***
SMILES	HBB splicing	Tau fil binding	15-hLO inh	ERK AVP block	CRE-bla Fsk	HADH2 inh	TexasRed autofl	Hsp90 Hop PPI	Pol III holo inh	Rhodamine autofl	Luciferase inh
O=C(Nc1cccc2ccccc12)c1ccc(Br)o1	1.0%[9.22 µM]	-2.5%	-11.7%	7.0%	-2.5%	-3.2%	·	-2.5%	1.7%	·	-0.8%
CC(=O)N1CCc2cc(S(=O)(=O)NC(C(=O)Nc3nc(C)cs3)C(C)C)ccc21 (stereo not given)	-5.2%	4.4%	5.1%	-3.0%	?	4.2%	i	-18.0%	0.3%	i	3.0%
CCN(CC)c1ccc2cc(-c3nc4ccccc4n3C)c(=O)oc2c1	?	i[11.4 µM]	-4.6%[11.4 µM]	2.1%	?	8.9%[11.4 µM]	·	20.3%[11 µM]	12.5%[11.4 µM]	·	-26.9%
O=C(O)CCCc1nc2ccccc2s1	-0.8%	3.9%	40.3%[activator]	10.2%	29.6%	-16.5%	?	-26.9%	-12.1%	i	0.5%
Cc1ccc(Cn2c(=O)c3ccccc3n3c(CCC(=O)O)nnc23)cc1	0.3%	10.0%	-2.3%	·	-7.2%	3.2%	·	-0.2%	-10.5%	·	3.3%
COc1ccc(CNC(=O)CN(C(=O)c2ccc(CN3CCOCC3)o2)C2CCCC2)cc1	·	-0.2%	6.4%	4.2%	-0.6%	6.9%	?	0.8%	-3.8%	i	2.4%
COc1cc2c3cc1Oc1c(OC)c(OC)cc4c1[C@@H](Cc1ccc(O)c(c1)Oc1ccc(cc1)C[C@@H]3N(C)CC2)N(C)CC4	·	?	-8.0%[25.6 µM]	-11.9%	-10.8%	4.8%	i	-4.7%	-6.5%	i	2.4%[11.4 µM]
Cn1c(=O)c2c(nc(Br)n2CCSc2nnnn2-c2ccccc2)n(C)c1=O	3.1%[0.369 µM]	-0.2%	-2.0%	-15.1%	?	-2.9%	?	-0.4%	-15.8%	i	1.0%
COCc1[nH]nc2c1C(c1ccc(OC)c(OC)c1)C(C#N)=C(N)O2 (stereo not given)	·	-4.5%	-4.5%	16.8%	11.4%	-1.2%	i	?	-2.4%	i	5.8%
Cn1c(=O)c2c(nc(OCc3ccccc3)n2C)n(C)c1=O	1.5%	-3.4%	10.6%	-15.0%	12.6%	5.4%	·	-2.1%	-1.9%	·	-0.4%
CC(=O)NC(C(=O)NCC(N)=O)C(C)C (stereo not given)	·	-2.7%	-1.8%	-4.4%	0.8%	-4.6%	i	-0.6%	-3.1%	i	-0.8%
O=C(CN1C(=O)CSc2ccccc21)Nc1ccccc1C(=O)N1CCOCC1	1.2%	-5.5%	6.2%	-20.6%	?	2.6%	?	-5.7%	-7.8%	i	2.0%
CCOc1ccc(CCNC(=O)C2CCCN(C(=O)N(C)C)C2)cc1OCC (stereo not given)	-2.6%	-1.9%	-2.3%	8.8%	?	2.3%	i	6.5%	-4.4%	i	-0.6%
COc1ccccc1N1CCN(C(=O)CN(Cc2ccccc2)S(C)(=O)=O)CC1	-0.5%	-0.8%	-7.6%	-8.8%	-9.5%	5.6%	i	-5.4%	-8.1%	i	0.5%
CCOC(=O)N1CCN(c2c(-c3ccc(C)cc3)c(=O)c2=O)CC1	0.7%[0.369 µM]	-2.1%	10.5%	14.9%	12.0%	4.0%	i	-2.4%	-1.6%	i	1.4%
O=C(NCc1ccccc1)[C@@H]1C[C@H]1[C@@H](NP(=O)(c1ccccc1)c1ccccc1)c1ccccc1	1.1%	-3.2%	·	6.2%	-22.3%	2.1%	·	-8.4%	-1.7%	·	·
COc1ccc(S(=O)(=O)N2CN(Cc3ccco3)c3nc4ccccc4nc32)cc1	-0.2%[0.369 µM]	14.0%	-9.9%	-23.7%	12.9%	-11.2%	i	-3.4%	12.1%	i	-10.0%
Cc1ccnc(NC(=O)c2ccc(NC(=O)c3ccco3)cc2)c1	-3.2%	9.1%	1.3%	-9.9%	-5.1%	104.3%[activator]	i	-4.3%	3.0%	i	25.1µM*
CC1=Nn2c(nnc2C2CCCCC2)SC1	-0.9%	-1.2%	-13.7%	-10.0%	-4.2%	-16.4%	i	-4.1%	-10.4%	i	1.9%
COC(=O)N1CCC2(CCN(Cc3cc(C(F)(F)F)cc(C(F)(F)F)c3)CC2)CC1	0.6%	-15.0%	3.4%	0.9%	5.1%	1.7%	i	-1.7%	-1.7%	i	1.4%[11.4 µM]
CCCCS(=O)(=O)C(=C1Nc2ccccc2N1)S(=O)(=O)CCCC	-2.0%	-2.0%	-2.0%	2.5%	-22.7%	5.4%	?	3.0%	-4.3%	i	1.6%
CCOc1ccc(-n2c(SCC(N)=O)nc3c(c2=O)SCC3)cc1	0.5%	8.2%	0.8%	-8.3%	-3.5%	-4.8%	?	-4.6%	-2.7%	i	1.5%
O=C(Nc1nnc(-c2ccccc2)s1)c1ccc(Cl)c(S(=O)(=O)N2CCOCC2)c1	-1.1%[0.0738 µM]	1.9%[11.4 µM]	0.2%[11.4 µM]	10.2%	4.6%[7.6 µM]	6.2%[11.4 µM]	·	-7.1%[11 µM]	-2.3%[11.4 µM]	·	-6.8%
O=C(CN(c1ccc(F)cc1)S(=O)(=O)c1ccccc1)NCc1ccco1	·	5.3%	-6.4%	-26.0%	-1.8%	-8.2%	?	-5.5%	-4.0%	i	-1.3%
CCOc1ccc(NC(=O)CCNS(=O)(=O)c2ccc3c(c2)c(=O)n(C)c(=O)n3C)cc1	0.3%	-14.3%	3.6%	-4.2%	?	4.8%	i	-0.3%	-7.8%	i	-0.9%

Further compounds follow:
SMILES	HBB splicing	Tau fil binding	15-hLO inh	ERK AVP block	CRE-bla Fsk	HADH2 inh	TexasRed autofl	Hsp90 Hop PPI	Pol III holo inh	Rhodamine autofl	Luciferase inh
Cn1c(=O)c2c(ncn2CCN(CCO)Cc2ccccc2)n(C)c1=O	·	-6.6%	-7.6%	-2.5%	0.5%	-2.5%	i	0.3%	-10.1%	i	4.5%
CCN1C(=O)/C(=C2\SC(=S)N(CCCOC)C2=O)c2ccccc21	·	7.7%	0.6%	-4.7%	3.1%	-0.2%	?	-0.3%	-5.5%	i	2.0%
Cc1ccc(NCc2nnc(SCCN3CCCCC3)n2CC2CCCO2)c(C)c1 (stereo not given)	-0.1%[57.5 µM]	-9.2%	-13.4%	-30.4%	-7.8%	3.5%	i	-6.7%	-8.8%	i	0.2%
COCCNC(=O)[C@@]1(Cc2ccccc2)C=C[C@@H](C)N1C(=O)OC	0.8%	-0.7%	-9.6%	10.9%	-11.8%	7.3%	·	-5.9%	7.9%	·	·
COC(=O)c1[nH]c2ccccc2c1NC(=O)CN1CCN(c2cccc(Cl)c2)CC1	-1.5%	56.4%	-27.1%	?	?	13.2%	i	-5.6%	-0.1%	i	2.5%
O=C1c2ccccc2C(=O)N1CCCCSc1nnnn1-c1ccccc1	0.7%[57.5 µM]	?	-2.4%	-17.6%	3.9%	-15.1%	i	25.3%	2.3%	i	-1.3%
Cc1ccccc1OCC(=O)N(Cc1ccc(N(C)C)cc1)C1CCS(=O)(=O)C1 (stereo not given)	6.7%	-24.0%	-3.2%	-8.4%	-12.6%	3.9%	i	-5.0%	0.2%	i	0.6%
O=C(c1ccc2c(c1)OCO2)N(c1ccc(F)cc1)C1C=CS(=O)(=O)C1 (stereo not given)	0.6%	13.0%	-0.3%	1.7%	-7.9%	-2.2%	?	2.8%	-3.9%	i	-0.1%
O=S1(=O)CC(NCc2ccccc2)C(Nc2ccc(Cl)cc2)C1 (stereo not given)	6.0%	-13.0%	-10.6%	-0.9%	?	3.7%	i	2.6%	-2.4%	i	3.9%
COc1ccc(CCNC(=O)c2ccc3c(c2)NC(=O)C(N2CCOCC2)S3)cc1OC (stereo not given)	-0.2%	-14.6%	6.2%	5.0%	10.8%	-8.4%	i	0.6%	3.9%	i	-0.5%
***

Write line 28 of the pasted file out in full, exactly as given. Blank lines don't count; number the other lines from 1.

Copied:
SMILES	HBB splicing	Tau fil binding	15-hLO inh	ERK AVP block	CRE-bla Fsk	HADH2 inh	TexasRed autofl	Hsp90 Hop PPI	Pol III holo inh	Rhodamine autofl	Luciferase inh